How to Sleep With a Litter Box in Your Bedroom

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Keeping your cat's litter box in your bedroom is a less-than-ideal situation. The smell can be off-putting and the box itself messy. If you have no other options, take a few precautionary measures to lessen the impact the litter box has on your olfactory senses and your sleeping ability.

Keep the litter box as far away from your bed as possible.
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Best place for litter boxes inside

Keep the litter box as far away from your bed as possible. Place the litter box itself on a protective surface that's easy to remove and clean. For example, a tarp, piece of linoleum, or plastic or rubber mat can help contain accidents and spills and prevent litter tracking.

You may want to position the litter box behind a decorative screen, plants, or a piece of bedroom furniture, both to disguise its presence and to give your precious cat much-needed privacy when using the box. Cats like having their litter boxes in a quiet area where they have multiple escape routes, so make it easy for your cat to get into their litter box. They also don't like to eliminate near where they eat, so keep their food and water bowls in another location.

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Pick the right litter box furniture

You can buy commercially produced pieces of furniture, like small tables, that have a compartment for storing a litter box. Not only does this help disguise the box, but litter box furniture also helps contain clumps of litter and reduces the sight and smell of litter box activity.

One alternative is to use a covered litter box.
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A similar and less expensive alternative is to use a covered litter box. Many varieties come with charcoal-activated odor-absorbing filters to help reduce box odors. You can even use your own home remedies to deodorize cat litter, like baking soda. Just make sure that the litter box is big enough for your cat. Many cats like bigger boxes where they have more room to move around.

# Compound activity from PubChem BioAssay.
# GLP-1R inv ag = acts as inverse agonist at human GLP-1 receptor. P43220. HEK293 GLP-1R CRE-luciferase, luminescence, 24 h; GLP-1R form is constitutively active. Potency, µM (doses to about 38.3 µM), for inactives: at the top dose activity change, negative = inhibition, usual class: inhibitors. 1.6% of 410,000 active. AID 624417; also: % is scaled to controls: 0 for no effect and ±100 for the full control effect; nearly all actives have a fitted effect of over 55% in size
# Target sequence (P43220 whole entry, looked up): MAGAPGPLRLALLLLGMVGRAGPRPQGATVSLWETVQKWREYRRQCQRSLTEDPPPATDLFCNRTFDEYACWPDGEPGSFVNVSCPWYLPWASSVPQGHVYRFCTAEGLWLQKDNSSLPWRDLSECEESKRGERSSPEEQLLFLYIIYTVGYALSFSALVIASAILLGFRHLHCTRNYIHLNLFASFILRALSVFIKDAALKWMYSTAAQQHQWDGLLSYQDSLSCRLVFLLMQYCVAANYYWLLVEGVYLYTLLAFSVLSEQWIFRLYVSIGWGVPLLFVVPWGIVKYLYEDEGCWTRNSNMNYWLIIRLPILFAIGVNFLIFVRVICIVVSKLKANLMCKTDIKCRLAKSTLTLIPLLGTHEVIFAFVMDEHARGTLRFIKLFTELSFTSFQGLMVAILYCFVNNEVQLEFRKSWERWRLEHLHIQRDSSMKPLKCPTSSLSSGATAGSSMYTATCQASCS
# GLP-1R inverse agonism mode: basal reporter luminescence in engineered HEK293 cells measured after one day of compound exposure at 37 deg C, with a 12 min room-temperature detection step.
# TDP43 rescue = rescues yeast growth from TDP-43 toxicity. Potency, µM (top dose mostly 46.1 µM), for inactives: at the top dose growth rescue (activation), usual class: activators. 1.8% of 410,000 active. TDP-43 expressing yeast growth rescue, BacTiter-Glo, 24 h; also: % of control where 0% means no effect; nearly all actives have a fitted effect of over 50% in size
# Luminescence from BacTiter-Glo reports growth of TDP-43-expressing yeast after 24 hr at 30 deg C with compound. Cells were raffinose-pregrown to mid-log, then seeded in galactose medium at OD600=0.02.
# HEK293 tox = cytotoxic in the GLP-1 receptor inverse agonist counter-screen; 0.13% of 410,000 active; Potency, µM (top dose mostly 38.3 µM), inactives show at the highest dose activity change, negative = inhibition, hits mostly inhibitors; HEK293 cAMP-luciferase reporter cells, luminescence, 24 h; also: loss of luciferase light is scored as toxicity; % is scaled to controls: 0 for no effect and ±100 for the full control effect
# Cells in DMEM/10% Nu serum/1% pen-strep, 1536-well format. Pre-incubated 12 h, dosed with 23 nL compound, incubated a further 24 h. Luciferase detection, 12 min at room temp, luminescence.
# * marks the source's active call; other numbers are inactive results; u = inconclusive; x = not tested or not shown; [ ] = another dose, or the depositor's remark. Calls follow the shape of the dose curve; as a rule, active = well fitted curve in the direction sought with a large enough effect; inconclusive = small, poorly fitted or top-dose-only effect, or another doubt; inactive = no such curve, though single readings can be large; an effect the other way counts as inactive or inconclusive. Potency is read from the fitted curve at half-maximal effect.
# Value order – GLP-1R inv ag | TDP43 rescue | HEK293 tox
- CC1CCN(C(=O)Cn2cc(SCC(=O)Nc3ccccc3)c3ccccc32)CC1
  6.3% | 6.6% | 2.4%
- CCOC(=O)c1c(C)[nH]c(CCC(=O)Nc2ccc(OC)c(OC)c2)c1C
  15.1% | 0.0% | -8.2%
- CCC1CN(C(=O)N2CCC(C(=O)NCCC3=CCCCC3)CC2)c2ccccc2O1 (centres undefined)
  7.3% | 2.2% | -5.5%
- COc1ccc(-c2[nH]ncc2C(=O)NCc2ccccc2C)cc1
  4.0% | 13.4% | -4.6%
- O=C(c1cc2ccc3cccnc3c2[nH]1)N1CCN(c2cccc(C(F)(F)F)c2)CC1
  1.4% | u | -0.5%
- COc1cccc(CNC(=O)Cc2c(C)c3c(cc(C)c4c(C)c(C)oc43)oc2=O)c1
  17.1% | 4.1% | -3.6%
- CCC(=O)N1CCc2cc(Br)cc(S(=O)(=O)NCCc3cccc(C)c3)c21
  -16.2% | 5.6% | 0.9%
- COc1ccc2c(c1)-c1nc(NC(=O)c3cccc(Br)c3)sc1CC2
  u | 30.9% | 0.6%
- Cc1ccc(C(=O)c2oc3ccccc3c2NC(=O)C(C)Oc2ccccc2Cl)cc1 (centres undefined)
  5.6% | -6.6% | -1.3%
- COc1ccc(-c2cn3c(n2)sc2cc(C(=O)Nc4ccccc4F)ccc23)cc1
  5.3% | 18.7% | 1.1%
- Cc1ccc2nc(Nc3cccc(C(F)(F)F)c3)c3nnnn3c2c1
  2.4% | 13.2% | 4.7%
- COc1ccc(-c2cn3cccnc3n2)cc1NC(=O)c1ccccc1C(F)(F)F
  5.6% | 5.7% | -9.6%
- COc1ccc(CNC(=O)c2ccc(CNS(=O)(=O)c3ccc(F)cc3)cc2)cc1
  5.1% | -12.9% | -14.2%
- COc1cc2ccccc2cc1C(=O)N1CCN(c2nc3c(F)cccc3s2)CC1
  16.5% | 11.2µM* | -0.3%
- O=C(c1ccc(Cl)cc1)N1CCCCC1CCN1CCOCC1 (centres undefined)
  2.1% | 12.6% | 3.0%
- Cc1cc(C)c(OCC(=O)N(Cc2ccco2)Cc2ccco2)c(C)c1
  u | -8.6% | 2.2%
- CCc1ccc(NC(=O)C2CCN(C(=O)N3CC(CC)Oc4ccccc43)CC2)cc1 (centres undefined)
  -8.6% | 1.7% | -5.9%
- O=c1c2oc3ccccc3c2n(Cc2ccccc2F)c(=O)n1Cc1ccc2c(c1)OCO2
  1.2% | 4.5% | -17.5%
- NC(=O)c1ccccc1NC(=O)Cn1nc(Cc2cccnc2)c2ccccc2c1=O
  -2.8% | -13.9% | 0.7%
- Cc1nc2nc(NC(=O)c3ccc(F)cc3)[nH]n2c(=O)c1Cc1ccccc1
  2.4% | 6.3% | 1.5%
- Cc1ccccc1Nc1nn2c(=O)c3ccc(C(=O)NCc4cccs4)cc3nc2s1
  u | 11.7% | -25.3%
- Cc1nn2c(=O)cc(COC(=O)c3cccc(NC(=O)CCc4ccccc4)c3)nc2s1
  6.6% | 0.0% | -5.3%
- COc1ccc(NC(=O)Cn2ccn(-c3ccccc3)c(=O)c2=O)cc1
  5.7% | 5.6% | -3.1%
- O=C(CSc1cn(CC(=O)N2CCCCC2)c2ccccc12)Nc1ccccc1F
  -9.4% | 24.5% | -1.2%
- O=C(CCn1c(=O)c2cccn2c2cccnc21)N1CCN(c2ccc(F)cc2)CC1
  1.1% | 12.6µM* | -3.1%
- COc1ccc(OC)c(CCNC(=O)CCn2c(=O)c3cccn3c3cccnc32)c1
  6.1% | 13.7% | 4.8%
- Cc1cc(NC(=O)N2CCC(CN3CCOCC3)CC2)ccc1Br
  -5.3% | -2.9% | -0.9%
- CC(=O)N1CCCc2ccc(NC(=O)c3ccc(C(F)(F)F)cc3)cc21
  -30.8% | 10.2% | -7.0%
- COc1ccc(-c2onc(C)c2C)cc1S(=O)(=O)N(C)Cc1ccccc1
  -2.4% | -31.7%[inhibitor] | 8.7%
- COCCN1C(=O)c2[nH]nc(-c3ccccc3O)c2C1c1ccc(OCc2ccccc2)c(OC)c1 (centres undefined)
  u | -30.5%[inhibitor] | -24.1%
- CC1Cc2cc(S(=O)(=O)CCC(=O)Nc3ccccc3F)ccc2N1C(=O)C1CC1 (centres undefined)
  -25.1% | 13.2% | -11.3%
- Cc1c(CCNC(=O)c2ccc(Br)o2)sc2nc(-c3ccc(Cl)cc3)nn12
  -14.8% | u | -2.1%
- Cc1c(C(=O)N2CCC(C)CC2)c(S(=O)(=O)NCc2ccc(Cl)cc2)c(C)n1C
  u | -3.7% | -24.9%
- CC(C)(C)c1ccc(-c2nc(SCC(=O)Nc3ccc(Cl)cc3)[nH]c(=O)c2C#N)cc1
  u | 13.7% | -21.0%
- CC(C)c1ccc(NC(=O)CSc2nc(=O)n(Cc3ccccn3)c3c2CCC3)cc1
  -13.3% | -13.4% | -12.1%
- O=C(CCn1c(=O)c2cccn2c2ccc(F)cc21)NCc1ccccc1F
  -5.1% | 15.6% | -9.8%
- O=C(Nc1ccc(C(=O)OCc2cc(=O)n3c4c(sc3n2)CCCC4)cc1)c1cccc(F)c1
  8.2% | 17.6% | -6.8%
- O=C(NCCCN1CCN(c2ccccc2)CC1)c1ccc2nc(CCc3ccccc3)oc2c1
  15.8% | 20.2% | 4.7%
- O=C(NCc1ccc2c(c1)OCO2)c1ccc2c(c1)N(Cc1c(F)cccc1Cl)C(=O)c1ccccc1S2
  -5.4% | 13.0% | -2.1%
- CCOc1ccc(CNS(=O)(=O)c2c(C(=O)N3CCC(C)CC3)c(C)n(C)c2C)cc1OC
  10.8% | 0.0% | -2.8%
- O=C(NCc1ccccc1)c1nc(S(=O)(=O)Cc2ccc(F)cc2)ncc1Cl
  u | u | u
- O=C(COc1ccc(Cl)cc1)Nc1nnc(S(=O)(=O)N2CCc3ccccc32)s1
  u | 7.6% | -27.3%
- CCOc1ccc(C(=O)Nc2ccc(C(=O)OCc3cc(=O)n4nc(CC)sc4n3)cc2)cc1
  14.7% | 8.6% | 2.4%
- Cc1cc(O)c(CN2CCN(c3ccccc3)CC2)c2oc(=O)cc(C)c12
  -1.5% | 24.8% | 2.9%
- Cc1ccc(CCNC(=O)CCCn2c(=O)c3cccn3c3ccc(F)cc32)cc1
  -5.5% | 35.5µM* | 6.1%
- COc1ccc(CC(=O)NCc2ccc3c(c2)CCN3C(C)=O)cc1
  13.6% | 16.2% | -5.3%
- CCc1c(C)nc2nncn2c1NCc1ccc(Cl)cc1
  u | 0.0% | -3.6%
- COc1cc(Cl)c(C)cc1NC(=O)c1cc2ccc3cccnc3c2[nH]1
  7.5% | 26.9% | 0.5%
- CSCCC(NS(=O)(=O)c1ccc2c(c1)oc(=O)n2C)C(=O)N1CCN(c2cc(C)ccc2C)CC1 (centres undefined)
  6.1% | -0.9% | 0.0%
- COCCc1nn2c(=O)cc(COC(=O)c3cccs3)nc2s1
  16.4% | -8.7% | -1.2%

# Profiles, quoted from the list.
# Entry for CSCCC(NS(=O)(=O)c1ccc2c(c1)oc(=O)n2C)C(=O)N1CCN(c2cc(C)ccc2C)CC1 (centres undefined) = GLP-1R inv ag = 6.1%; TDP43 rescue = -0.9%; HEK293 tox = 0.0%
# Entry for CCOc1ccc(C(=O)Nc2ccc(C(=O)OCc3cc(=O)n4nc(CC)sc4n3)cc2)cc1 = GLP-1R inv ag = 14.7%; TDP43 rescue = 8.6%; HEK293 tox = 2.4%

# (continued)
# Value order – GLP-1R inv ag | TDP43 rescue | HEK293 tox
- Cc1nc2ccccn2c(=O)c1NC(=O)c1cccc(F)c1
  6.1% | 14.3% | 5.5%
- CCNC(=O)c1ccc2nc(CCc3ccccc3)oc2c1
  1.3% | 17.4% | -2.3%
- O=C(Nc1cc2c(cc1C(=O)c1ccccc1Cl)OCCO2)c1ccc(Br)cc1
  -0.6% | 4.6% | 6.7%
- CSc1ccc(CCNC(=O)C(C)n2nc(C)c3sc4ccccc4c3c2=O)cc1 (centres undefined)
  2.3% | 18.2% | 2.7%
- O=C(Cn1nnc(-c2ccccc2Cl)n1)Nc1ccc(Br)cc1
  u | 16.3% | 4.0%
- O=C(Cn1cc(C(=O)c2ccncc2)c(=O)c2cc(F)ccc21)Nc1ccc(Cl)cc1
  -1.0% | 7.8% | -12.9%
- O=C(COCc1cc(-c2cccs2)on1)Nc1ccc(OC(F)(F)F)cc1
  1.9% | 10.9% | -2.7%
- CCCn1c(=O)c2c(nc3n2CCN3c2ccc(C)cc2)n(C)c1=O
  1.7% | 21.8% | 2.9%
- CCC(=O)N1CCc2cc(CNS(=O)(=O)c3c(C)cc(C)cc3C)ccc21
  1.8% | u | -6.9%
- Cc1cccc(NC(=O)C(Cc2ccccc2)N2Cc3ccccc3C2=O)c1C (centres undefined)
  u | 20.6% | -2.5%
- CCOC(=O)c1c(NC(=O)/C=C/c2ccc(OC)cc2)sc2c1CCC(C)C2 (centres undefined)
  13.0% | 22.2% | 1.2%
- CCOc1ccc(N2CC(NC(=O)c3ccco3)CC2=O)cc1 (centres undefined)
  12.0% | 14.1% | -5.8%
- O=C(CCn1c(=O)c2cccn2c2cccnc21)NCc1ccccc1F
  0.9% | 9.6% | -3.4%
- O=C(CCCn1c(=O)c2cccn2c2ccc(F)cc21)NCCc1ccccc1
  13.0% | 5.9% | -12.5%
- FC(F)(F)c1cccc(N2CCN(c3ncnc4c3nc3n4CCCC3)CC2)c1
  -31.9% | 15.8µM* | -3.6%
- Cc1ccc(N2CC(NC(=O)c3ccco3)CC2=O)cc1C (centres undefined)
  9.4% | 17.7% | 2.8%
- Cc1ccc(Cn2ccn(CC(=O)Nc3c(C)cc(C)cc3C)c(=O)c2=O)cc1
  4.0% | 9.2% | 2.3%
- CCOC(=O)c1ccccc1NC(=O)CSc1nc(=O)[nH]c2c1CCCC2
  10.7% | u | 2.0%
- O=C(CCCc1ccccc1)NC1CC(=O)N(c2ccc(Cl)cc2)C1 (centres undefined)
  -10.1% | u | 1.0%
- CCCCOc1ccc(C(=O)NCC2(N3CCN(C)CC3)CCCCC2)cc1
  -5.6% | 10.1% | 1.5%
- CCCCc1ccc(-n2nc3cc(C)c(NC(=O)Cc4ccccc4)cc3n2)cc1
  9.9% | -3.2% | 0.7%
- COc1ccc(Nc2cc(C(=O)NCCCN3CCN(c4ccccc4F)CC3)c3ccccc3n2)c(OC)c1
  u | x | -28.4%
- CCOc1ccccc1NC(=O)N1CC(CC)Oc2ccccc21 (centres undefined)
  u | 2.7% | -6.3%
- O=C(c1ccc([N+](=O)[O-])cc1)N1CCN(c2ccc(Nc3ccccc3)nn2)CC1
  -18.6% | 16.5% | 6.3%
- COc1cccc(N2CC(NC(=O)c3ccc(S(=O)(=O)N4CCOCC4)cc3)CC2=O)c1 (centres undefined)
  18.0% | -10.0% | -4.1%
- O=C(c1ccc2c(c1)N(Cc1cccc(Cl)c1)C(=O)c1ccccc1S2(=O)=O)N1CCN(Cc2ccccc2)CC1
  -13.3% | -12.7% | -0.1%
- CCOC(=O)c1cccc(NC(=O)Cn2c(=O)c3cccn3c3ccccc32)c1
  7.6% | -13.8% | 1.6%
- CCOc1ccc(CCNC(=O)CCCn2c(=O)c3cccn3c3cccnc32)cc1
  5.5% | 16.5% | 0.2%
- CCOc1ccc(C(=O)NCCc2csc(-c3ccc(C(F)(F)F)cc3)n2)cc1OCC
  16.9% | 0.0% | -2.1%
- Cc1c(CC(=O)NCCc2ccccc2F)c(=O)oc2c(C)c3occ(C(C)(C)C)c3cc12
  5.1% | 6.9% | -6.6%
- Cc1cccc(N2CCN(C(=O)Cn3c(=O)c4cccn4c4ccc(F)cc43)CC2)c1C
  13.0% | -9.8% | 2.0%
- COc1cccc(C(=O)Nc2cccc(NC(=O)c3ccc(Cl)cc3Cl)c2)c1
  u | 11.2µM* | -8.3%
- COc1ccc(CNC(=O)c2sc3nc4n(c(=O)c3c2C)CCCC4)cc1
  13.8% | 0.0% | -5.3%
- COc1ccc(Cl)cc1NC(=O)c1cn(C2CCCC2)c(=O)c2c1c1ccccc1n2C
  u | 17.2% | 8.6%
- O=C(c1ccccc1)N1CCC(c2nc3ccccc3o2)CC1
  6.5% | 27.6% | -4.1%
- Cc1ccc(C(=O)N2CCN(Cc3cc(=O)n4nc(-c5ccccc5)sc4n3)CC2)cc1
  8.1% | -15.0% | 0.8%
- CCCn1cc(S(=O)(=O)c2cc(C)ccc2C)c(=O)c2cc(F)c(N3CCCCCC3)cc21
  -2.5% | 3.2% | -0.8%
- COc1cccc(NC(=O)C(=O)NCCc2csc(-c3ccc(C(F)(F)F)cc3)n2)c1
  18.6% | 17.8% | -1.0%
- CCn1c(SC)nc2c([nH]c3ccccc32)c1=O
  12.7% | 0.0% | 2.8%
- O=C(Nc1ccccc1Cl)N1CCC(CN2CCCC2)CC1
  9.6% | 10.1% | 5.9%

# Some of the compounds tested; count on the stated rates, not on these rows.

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Warning

A covered box should be roomy enough for your cat to get into and turn around in. Quarters that are too tight or hard to enter may discourage litter box use.

Keep litter boxes clean

Use a self-scooping litter box that automatically scoops waste into a disposable receptacle after each use. While the sound may initially interrupt your sleep, it's likely better than going the whole night with a ripe box deposit. Otherwise, clean the litter box before you go to bed so you're less likely to be disturbed by horrible smells. A deodorizing cat box liner, scented litter, or commercial deodorant sprays or powders can help reduce odors as well. Additionally, rinse the litter box out with unscented soap or baking soda once a week to fully clean the container.

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Some cats don't like the smell of heavily perfumed litter, so keep an eye on your cat to ensure they don't become averse to using their litter box. If your cat starts eliminating outside of their box, try switching the kind of litter you use, or even switching from a self-scooping litter box to a regular one.

Dangers of litter box in bedroom

Of course, one danger of having a litter box in your bedroom is that it can become a tripping hazard. Place the litter box away from your usual walking areas. Make sure that it's not in a location where you will trip over it, like near the bed or blocking doorways or exits.

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Limit nighttime litter box use

Play with your cat during the day.
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Play with your cat during the day to help them release the pent-up energy that might otherwise keep them active at night. Likewise, give your cat a final serving of food and water shortly before bedtime and place the bowls out of reach afterward. This will help reduce nighttime trips to the litter box that could interrupt your sleep.

Keep your bedroom door open or make sure the cat is inside with you before closing it for the night. Cats stranded away from their litter boxes will eliminate in other spots.

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